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Title: Ab initio studies of aluminium halides
Author: Bailey, Christine Lynn
ISNI:       0000 0004 2694 0279
Awarding Body: Imperial College London
Current Institution: Imperial College London
Date of Award: 2009
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The catalytic fluorination of hydrocarbons facilitates the large-scale production of chlorofluorocarbons for a wide range of applications including aerosol propellants, refrigerants and solvents. Lewis acid catalysts, such as Swarts catalysts based on antimony pentafluoride, are commonly used. Recently, a sol-gel based synthesis method has been developed which yields very high surface area aluminium fluoride (HS-AlF3) that has a Lewis acidity comparable to that of the Swarts catalysts. This makes HS-AlF3 a promising candidate for use in several Lewis acid catalysed reactions. Despite the importance of the surface in the catalytic process little is known about the detailed atomic scale structure of AlF3 surfaces. Surface thermodynamics calculations, based on hybrid-exchange density functional theory, are employed to predict the composition and structure of AlF3 surfaces. The surfaces of AlF3 expose under coordinated Al ions that are potential Lewis acid sites. Under standard atmospheric conditions the AlF3 surfaces are shown to adsorb water above the under coordinated Al ions. Theoretical characterisation of the under coordinated Al ions shows that the most reactive type of site is not exposed on crystalline α-AlF3 samples, however, it is predicted to occur in small quantities on β crystallites. It is speculated that such sites occur in higher quantities on the high surface area materials. This result may explain the different reactivity of α-, β- and HS-AlF3. Our detailed understanding of AlF3 surfaces allows us to propose a reaction centre and mechanism for the dismutation of CCl2F2 on β-AlF3. Aluminium chloride is extensively used as a catalyst in Friedal-Crafts reactions. It is therefore, commonly assumed that pure crystalline AlCl3 is strongly Lewis acidic. Ab initio surface thermodynamics calculations are used to study the surfaces of crystalline AlCl3 and show that it is chemically inert.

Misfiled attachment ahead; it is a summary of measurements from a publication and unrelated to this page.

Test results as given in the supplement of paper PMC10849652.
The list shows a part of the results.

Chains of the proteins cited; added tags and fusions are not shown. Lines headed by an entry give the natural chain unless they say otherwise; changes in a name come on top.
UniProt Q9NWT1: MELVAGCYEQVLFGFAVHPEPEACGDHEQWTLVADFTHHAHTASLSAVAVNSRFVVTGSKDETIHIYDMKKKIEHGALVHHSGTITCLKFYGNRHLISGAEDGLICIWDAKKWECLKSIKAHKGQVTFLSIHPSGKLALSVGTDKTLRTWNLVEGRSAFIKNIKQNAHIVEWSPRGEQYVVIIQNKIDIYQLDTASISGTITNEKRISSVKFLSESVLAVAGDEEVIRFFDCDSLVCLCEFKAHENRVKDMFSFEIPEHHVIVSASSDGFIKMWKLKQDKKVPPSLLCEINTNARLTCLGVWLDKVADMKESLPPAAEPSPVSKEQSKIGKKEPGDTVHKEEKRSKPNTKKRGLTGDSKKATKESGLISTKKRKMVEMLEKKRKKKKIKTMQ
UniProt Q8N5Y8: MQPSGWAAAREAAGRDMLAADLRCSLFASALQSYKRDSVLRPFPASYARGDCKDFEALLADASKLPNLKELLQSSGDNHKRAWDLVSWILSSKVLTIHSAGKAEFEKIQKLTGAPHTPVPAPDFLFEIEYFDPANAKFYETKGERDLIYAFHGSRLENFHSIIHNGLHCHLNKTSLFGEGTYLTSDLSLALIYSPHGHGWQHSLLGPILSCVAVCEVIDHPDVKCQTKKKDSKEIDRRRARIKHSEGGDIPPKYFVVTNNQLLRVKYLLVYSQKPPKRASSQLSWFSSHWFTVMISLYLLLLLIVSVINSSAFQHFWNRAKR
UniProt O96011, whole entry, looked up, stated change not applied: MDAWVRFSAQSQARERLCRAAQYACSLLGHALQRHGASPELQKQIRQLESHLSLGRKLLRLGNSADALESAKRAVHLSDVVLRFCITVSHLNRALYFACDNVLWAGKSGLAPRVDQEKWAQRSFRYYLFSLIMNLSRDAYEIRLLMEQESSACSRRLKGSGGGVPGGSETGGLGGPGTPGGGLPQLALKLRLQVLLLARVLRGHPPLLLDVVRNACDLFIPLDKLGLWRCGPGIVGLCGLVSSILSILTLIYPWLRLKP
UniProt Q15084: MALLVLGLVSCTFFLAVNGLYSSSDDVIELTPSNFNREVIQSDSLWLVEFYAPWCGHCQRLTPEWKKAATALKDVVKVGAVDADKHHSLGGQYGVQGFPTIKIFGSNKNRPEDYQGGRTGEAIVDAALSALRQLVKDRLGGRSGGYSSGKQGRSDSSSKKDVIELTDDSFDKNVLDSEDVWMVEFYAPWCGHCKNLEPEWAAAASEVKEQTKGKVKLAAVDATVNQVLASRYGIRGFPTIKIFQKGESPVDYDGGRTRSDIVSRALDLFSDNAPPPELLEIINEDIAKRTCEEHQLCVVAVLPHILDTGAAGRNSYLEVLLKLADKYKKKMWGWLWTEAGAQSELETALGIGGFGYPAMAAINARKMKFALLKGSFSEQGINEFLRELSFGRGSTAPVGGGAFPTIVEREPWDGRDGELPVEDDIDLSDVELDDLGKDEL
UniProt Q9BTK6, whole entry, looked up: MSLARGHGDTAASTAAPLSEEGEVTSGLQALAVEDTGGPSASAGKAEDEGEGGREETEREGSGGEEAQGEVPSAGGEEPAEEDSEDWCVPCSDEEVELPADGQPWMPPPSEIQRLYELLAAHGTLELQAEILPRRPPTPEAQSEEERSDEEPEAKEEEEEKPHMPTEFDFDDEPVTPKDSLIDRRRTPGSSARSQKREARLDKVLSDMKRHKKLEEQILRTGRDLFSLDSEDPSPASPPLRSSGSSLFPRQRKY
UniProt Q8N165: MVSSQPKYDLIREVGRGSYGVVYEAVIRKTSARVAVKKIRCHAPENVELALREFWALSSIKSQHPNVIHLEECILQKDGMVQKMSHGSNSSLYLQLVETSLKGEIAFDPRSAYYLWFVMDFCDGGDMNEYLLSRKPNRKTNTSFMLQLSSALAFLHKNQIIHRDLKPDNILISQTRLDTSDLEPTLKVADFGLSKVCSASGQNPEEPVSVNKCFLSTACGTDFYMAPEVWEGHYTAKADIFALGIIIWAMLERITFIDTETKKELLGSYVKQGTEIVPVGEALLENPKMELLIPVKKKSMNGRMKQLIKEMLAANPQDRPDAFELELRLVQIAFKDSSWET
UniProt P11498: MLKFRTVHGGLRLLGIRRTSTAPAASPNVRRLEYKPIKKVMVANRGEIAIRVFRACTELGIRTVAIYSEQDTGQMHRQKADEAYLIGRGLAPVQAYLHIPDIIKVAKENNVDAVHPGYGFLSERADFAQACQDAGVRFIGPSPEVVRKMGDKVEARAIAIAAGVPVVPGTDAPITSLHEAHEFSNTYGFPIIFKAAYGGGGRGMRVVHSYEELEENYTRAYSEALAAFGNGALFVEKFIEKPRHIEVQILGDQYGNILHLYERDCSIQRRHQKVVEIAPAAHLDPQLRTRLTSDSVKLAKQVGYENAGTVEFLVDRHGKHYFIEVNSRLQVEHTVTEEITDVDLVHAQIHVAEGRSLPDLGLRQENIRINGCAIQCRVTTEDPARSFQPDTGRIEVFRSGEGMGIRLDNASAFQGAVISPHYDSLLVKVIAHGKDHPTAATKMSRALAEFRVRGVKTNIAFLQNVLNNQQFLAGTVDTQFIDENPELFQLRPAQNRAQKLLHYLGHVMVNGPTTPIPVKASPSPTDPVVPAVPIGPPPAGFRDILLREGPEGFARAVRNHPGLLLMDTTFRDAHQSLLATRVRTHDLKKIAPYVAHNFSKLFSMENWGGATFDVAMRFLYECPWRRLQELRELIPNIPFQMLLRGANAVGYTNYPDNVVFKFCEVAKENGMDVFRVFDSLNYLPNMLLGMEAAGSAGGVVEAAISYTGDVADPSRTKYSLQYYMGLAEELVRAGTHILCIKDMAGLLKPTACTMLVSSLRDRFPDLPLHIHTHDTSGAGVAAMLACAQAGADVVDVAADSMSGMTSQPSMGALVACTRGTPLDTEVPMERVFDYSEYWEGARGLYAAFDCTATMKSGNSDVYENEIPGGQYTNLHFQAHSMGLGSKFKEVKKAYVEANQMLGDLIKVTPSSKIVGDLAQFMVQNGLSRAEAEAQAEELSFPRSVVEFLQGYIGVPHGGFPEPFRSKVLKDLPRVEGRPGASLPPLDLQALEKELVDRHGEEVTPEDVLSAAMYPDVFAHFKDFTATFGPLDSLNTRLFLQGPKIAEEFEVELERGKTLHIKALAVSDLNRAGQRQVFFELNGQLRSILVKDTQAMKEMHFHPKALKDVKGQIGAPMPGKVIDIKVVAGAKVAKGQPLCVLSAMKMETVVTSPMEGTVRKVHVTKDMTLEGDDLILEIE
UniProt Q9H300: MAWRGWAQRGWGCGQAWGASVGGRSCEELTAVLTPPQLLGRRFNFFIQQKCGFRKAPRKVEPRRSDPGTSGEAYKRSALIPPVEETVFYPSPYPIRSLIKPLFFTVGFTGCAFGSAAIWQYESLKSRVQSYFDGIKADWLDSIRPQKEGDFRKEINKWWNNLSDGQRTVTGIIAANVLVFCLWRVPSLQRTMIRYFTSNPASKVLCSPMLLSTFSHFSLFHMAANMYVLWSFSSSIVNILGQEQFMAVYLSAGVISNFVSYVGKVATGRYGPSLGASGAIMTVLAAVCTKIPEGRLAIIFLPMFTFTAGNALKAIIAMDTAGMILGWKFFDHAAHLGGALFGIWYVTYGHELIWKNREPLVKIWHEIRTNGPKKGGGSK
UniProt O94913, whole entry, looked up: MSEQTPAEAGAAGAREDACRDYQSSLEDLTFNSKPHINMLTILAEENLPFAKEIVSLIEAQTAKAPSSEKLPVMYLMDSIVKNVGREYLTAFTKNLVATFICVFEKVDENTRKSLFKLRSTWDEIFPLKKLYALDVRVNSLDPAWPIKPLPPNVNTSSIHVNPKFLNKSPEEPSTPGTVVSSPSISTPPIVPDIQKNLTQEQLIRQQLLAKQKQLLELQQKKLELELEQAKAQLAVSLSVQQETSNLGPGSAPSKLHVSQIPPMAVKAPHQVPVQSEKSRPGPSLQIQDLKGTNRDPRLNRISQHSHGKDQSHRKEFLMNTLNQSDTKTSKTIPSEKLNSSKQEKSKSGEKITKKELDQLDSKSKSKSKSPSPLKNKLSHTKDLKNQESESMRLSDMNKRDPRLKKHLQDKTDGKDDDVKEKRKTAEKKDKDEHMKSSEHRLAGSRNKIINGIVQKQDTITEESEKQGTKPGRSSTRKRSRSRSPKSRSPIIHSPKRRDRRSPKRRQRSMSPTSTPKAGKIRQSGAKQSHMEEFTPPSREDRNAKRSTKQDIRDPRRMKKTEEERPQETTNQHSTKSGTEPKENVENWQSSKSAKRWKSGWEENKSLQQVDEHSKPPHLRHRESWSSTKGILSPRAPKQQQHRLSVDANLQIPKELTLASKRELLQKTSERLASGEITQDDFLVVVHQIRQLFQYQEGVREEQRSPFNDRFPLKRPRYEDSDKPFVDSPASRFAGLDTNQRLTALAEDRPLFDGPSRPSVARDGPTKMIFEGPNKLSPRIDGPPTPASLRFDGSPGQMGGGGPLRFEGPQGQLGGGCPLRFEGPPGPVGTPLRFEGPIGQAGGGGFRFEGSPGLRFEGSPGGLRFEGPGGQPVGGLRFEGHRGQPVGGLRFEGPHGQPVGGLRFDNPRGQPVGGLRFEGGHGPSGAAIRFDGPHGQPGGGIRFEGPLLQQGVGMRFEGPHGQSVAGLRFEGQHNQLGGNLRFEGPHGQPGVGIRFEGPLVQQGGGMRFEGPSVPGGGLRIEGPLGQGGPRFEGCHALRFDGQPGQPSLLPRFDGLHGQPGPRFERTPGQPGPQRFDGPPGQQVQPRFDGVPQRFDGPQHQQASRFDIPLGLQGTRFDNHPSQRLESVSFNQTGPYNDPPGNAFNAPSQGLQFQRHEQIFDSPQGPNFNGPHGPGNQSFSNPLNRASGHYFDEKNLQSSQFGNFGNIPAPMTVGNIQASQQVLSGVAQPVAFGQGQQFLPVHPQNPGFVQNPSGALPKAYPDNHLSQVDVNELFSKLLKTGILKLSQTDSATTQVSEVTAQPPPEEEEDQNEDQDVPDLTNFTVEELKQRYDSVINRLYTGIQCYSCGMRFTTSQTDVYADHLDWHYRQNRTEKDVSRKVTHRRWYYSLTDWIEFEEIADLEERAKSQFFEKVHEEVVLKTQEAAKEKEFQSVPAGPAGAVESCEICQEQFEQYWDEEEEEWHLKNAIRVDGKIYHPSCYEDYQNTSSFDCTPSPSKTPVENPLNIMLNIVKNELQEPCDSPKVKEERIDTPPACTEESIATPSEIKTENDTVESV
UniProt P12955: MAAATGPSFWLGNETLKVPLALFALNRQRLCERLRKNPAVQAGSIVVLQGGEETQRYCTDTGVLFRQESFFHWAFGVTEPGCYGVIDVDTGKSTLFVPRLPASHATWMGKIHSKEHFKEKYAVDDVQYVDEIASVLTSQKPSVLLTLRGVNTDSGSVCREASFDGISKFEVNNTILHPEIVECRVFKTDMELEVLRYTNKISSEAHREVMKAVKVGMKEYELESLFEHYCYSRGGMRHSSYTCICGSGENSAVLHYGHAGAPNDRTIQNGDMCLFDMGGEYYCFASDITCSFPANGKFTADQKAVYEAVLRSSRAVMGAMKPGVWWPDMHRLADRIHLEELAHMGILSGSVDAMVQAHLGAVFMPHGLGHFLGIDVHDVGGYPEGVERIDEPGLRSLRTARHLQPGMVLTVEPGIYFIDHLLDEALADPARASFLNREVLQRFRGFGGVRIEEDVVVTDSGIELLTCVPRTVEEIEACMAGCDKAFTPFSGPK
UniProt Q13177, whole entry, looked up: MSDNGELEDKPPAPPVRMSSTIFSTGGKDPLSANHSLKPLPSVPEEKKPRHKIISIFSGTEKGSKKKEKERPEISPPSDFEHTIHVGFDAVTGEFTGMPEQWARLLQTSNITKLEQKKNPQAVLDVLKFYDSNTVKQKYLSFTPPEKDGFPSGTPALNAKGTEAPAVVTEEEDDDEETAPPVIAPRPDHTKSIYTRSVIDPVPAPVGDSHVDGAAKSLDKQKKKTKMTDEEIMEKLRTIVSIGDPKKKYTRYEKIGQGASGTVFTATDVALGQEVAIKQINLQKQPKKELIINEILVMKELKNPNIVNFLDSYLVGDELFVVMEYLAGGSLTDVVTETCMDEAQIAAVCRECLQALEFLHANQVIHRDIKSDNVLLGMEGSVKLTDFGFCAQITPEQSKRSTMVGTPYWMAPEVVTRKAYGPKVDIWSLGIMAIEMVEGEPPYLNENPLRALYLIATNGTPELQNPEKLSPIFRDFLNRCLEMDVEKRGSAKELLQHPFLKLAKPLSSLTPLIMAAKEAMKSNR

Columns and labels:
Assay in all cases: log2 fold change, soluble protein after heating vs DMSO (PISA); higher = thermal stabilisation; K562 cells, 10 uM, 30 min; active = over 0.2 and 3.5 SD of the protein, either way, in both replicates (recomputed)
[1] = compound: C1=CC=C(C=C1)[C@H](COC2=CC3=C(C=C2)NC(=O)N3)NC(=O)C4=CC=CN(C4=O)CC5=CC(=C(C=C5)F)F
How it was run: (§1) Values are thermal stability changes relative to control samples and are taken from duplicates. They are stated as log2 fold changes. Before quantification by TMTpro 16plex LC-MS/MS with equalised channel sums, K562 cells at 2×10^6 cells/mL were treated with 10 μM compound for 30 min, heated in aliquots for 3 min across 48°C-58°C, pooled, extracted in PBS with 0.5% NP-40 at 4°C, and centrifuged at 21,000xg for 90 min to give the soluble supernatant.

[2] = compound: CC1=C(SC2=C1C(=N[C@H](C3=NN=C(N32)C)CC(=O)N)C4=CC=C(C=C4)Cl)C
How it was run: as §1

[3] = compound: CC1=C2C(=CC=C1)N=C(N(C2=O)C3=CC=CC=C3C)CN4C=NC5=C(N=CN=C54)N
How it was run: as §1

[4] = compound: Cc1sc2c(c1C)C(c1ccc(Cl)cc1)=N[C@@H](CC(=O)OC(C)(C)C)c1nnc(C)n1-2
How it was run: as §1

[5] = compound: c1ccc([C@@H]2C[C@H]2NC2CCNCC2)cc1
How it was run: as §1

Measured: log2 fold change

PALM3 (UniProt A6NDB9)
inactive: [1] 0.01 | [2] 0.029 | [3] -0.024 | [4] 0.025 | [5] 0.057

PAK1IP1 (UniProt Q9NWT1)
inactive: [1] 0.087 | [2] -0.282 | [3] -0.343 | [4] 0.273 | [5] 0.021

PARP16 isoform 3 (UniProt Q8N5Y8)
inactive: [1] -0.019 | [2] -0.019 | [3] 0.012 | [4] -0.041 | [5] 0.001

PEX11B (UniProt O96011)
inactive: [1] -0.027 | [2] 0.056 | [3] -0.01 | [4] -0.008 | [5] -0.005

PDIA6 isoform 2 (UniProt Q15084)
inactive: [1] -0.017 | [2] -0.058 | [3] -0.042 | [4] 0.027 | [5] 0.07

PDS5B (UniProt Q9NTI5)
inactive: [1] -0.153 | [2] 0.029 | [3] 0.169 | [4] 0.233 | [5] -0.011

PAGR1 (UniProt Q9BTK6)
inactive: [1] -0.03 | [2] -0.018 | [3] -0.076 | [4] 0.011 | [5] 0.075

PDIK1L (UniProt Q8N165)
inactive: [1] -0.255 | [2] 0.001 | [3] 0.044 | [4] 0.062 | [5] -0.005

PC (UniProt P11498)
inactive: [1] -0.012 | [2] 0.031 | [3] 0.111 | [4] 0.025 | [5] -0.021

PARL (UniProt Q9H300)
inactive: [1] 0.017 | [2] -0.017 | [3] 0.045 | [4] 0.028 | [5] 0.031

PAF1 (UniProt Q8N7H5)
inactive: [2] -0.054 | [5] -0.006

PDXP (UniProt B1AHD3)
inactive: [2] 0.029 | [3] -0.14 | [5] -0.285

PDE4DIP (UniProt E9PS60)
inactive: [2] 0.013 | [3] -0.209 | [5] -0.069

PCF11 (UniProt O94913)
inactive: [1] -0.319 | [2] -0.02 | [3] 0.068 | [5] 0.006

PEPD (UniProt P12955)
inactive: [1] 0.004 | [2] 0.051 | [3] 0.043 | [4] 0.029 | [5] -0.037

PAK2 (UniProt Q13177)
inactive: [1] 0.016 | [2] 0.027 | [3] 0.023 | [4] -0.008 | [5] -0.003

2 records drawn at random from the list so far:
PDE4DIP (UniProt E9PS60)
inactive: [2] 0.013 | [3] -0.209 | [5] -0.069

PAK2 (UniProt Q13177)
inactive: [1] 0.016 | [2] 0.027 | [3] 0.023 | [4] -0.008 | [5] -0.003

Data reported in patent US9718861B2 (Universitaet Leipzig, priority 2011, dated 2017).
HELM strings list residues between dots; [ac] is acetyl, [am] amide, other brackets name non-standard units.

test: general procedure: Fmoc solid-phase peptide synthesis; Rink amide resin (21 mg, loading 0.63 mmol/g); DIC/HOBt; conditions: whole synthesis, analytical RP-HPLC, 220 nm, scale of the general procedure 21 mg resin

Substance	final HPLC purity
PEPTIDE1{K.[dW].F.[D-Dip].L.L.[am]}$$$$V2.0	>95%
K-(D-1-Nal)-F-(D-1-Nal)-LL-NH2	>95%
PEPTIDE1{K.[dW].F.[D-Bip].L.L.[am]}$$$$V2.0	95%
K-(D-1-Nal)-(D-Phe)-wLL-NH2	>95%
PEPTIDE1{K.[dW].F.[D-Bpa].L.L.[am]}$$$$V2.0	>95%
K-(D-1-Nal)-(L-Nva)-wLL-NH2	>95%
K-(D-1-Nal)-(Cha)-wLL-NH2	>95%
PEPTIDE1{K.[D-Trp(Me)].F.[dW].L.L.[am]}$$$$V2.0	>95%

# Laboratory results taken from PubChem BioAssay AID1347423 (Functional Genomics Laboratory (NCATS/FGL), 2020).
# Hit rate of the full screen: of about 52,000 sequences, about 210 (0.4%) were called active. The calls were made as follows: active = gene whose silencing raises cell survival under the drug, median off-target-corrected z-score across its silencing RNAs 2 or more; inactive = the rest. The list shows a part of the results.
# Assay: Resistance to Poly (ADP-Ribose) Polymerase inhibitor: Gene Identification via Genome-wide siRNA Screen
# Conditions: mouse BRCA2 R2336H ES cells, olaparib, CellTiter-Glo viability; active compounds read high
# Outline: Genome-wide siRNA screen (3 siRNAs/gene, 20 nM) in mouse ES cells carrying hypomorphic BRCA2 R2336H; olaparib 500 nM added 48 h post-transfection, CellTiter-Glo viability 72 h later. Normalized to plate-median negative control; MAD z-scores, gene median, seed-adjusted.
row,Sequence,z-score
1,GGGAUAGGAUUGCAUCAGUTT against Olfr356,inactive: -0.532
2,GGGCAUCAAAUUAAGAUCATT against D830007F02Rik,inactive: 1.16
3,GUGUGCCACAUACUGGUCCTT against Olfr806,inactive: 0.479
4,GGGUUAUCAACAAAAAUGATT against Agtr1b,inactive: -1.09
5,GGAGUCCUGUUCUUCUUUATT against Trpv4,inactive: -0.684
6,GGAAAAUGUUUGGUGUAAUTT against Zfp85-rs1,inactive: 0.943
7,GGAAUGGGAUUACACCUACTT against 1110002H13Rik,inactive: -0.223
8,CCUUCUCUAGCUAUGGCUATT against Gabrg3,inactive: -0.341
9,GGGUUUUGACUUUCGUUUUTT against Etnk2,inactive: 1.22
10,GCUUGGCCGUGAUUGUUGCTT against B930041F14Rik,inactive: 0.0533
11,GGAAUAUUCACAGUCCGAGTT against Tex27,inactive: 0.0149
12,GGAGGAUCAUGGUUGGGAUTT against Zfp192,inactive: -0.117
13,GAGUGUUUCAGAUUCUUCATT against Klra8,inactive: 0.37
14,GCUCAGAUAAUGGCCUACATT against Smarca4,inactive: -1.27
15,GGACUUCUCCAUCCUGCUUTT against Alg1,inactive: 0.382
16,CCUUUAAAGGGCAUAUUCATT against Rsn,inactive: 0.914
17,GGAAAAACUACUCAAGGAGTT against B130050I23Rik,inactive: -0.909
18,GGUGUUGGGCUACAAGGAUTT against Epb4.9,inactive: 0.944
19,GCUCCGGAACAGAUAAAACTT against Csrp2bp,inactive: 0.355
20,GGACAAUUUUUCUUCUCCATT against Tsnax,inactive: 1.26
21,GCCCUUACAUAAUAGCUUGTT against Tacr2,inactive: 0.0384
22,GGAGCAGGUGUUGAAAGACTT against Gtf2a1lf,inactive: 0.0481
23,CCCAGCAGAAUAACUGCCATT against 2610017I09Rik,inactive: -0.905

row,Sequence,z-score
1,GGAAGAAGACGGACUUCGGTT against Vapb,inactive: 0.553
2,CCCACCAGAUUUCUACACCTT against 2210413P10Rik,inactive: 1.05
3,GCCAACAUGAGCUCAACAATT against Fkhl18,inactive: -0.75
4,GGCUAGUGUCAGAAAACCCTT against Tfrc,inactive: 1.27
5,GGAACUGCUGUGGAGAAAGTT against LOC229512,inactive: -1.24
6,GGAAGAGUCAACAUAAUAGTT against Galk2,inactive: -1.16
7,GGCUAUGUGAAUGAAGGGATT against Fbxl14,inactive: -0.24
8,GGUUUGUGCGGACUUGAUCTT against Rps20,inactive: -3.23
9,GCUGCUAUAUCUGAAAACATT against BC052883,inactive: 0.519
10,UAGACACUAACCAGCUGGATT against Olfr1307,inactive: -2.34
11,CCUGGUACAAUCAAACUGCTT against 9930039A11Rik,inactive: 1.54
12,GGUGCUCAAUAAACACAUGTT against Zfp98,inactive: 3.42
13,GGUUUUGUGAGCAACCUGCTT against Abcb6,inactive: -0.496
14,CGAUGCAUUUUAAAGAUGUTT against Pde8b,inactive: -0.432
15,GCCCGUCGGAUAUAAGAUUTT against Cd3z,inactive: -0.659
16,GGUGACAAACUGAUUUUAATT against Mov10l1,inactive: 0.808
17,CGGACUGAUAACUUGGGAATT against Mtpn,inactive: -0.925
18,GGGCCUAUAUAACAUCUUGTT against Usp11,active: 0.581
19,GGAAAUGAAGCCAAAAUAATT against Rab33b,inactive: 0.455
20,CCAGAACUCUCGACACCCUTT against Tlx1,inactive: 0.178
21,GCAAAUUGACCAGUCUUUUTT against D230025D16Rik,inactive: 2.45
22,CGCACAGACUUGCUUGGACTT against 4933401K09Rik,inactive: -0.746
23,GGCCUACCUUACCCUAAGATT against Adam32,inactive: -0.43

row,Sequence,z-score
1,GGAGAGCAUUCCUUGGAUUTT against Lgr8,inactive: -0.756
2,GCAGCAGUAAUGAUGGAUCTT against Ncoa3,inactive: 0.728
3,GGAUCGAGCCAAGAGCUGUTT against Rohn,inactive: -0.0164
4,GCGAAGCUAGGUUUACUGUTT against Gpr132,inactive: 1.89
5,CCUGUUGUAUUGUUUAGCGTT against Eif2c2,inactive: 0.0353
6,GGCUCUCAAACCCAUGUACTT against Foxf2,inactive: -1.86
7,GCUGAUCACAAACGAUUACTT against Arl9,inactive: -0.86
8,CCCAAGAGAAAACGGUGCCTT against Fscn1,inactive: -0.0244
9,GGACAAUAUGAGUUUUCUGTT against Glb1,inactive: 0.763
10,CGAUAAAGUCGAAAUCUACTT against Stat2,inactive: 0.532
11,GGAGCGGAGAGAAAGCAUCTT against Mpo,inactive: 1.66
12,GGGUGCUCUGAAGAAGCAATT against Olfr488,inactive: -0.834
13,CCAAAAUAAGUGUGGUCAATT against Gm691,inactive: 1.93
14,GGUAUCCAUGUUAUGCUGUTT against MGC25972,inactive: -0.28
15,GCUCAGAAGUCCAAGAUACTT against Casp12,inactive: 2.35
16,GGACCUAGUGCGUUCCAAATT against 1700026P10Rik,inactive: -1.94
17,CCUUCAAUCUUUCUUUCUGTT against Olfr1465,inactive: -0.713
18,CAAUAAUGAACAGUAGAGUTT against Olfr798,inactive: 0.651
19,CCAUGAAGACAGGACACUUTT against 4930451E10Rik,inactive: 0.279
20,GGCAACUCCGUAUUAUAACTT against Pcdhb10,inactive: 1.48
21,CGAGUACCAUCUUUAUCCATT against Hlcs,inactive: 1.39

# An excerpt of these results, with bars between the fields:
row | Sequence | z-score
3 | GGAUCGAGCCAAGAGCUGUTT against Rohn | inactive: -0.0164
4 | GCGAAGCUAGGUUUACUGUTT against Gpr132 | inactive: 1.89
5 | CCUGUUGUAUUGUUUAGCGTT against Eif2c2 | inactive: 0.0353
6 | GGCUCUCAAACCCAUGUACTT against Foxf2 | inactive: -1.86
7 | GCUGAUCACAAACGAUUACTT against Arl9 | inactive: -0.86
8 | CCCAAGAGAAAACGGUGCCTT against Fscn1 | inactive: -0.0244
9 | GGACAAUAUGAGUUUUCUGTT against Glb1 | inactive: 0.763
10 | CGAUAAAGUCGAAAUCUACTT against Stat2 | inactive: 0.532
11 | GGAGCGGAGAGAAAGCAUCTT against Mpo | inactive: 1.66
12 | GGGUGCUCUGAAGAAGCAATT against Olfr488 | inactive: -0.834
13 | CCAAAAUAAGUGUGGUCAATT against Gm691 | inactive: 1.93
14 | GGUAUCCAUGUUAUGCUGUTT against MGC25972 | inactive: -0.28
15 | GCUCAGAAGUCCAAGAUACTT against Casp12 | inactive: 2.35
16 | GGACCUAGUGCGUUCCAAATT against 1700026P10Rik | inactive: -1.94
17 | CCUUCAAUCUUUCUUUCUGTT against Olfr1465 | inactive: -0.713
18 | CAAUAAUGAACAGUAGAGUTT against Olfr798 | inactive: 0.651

Supervisor: Harrison, Nicholas ; Wander, Adrian Sponsor: EU 6th Framework Programme (FUNFLUOS)
Qualification Name: Thesis (Ph.D.) Qualification Level: Doctoral